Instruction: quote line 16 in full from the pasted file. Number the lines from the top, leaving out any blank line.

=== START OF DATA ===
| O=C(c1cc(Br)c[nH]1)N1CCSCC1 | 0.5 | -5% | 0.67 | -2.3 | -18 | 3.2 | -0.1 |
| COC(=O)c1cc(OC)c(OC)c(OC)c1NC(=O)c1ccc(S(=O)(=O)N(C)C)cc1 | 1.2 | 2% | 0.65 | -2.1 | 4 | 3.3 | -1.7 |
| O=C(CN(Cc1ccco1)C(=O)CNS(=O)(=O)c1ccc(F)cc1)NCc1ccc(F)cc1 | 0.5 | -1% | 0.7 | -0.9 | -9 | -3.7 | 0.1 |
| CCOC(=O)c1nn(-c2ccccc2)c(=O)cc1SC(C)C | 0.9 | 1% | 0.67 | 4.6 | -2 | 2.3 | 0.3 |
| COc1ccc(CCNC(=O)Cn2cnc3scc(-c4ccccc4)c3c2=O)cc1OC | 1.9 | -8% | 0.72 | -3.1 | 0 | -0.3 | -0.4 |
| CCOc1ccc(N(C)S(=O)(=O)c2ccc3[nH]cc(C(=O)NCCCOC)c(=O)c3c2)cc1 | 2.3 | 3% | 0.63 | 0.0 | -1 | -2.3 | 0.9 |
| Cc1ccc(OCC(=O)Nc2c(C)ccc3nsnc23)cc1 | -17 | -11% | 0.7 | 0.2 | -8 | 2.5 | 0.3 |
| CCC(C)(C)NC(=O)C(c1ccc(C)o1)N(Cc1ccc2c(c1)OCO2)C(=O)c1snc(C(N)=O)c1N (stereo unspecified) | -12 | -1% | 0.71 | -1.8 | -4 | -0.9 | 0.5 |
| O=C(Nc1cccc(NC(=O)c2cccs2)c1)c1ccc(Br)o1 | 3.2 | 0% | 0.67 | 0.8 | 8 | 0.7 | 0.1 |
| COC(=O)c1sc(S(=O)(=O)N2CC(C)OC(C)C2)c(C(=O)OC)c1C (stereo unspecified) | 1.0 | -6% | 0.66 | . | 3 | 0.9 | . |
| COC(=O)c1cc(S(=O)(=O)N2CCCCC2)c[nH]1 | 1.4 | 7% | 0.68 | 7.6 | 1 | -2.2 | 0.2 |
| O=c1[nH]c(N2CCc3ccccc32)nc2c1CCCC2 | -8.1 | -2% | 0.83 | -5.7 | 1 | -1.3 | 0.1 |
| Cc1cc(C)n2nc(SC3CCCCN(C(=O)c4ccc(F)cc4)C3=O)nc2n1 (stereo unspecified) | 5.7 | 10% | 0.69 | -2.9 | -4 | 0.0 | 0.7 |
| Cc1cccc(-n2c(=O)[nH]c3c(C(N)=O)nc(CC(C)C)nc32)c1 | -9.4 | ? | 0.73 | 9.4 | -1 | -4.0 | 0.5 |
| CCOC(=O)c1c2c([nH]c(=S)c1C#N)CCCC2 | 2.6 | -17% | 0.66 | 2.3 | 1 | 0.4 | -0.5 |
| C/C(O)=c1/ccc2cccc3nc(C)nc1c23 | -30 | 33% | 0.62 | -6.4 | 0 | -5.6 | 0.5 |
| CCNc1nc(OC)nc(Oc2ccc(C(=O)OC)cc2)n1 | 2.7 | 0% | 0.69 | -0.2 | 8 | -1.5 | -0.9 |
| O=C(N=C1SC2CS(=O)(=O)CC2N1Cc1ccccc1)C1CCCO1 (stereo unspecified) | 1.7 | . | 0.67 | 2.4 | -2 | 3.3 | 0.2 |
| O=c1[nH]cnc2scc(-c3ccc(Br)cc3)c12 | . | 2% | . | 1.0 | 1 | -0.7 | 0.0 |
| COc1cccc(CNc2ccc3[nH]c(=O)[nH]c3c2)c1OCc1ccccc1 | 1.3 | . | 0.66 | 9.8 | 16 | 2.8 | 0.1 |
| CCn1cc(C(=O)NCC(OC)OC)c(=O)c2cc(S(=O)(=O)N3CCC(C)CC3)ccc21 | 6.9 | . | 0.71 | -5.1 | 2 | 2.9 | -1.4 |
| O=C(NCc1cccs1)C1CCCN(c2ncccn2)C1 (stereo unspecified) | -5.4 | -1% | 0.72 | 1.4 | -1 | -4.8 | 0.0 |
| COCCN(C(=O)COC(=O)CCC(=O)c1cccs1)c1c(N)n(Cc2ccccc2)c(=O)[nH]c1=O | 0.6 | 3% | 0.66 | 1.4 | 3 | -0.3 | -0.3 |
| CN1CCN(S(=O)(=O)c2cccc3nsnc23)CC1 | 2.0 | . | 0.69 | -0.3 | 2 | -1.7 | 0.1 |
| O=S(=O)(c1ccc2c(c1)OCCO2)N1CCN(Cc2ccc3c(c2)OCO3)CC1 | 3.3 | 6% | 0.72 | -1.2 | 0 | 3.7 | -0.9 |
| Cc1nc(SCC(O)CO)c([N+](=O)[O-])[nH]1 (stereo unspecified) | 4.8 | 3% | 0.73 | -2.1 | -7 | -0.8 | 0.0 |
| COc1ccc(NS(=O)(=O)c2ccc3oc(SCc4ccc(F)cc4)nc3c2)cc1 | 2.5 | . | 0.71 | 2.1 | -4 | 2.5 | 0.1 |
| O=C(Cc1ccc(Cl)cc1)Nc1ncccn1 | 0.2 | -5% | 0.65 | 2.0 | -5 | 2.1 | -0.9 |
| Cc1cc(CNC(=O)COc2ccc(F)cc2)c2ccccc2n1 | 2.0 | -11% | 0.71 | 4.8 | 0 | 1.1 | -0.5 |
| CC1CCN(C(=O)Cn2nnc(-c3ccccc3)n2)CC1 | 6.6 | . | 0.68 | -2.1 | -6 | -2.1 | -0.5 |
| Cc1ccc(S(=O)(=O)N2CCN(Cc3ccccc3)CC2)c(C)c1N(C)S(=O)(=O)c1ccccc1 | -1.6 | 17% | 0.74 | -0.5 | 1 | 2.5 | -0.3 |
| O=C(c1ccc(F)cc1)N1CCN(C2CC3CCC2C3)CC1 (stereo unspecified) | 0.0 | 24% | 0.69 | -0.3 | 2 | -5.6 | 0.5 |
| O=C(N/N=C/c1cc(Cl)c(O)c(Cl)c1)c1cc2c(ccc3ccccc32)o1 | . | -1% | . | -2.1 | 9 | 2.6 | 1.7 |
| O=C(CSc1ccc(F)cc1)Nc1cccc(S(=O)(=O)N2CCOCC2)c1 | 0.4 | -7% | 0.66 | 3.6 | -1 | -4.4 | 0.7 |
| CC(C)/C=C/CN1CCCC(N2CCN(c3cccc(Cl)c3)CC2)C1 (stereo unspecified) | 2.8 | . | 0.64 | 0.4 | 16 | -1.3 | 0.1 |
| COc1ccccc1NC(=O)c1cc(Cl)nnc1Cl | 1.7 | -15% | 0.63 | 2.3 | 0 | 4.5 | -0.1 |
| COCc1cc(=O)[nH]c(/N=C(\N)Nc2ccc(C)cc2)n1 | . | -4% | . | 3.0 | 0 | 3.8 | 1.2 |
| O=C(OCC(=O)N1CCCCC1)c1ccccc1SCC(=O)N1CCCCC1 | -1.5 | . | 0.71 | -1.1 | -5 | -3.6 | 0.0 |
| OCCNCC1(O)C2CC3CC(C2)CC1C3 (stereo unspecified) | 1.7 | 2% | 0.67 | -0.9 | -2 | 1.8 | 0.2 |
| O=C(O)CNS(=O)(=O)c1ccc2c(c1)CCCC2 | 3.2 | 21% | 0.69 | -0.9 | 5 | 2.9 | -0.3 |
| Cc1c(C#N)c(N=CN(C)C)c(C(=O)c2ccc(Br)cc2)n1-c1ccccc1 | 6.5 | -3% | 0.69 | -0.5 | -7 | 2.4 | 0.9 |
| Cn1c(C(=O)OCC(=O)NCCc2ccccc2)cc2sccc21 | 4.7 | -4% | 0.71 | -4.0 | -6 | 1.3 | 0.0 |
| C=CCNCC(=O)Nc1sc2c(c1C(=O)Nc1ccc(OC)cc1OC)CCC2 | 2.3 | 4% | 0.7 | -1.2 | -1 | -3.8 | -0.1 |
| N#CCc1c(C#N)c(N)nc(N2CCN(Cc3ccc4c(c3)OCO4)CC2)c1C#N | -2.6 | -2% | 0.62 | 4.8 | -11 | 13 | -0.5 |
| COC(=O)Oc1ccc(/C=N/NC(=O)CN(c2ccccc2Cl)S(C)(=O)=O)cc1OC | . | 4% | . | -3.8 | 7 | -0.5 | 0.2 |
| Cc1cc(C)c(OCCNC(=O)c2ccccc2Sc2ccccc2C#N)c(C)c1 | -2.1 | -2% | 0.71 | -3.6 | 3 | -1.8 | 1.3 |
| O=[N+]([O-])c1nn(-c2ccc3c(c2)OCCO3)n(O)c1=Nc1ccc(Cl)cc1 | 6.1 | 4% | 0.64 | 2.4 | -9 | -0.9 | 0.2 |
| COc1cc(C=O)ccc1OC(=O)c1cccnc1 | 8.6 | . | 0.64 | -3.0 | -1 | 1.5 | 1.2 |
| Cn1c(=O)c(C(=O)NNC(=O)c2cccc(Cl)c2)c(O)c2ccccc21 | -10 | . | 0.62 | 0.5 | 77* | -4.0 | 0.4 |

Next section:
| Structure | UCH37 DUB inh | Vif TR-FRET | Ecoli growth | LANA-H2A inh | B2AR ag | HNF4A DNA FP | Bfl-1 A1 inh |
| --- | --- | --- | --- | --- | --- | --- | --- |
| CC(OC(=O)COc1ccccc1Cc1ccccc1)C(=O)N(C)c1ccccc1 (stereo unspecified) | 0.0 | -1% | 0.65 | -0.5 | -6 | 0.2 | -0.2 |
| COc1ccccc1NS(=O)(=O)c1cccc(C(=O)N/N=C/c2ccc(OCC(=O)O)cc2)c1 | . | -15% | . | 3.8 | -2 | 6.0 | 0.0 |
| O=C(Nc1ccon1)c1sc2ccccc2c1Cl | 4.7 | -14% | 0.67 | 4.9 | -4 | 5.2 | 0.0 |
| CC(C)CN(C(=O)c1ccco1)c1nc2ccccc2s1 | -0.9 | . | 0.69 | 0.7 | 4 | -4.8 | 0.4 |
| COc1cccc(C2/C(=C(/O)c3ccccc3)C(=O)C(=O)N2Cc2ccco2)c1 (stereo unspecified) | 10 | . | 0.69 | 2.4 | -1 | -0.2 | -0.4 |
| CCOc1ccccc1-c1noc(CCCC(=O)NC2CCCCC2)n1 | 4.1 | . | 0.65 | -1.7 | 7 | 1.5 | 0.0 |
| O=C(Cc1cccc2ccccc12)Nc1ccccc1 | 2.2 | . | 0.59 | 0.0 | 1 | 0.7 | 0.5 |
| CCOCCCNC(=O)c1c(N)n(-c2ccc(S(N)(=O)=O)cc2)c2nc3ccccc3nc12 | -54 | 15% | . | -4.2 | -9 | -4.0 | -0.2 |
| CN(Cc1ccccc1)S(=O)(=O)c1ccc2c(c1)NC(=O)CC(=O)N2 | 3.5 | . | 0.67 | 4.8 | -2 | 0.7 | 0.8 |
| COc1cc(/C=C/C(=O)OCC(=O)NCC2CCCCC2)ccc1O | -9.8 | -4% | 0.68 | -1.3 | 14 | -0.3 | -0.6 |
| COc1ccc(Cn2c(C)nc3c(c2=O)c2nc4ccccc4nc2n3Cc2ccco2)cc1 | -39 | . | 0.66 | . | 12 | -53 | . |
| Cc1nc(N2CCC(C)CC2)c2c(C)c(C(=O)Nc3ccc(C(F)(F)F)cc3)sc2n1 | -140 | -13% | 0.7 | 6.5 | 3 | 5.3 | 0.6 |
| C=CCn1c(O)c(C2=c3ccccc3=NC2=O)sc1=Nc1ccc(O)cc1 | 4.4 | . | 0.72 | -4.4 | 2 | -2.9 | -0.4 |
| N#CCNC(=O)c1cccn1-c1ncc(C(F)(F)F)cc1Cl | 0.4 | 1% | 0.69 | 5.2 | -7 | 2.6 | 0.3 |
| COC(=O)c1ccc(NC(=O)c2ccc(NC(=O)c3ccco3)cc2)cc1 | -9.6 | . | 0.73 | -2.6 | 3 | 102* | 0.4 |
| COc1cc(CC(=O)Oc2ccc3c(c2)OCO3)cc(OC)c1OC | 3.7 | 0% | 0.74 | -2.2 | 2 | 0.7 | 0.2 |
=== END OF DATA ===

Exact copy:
| C/C(O)=c1/ccc2cccc3nc(C)nc1c23 | -30 | 33% | 0.62 | -6.4 | 0 | -5.6 | 0.5 |